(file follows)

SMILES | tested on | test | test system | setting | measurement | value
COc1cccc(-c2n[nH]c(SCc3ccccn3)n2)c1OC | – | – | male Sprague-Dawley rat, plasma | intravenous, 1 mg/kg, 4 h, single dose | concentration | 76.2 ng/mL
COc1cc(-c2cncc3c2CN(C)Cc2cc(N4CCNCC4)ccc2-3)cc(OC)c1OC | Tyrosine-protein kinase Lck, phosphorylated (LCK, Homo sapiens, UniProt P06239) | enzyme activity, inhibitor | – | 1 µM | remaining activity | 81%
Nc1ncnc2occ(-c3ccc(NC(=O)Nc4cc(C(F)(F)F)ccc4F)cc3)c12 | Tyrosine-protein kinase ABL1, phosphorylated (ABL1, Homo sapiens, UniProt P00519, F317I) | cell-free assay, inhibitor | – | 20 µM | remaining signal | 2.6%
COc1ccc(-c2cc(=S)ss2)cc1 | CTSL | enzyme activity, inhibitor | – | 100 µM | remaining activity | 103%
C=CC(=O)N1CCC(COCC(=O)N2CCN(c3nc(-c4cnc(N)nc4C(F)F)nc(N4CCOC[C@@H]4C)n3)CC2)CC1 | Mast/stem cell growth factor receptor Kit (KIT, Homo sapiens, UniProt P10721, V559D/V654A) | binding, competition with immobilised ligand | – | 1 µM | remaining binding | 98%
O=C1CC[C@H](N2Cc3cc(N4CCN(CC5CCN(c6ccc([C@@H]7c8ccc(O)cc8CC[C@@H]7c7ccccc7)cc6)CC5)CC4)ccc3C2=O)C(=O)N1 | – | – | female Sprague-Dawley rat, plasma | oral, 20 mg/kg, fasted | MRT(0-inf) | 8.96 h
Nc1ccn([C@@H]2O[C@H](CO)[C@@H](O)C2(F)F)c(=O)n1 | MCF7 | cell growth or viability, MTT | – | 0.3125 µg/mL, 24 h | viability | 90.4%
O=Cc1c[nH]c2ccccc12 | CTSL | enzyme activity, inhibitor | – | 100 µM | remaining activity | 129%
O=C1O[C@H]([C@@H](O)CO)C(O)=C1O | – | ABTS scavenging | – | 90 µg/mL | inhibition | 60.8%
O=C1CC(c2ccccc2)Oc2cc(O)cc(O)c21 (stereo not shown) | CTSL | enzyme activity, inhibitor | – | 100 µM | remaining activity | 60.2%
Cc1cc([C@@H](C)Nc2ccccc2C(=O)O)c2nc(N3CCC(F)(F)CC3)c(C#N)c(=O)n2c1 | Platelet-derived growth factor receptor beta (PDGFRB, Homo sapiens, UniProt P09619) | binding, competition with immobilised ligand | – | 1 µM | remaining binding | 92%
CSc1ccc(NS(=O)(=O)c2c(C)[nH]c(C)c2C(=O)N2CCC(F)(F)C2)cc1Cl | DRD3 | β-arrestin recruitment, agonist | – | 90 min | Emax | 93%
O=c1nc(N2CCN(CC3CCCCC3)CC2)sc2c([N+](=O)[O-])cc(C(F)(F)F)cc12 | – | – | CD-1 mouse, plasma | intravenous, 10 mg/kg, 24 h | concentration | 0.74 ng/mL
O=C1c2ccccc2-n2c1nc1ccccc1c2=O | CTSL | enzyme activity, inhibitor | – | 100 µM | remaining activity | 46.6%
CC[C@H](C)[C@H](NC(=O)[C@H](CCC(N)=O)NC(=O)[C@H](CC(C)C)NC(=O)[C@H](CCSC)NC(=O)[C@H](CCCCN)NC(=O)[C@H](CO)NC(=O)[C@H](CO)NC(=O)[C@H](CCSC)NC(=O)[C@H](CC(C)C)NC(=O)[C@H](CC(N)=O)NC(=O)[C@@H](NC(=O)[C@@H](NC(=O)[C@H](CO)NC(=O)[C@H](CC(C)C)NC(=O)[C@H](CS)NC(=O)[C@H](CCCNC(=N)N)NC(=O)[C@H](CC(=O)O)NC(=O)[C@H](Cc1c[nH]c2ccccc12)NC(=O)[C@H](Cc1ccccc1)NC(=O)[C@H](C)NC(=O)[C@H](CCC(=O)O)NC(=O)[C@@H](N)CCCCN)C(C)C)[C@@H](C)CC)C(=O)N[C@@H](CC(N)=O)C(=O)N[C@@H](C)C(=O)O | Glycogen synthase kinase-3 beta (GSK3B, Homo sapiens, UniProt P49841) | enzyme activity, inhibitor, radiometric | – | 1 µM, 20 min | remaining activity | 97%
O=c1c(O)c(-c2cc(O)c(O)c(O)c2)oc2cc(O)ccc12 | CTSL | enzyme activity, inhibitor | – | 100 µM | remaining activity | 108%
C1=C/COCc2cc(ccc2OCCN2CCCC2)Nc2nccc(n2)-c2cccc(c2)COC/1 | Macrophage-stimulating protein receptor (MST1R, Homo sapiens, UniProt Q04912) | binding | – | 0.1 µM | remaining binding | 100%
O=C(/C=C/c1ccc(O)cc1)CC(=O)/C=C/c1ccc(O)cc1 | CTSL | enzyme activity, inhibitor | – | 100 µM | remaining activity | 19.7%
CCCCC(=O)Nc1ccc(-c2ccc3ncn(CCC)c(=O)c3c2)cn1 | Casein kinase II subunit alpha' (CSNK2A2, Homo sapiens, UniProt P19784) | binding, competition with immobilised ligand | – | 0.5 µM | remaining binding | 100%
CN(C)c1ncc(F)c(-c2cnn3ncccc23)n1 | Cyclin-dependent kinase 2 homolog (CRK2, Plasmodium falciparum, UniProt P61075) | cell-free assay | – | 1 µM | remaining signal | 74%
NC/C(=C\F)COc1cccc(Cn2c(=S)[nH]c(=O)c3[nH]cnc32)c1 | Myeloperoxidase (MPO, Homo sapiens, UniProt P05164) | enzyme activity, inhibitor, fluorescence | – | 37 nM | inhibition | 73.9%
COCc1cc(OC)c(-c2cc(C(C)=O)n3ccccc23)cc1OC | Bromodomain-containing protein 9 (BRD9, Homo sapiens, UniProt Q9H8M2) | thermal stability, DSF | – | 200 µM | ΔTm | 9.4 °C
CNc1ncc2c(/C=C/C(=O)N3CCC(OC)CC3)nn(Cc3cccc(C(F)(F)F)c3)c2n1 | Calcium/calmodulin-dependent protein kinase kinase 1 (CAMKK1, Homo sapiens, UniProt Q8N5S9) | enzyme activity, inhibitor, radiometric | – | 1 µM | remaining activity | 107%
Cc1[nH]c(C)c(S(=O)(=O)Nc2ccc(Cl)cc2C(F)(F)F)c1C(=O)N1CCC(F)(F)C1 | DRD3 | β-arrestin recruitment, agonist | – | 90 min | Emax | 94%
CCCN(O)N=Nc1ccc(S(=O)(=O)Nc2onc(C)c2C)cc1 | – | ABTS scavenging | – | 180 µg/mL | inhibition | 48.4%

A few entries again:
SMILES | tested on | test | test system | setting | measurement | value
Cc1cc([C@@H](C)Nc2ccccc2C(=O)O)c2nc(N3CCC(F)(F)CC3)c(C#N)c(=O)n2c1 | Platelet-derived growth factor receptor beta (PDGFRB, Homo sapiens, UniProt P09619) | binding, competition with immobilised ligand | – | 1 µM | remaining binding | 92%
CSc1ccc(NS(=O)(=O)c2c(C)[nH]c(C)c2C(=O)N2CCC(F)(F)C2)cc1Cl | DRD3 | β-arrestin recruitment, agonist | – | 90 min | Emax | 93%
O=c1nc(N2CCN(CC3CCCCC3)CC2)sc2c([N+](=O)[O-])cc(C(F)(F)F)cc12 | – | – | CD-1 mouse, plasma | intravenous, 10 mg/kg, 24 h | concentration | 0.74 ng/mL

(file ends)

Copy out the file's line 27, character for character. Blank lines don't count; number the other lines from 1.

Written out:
A few entries again: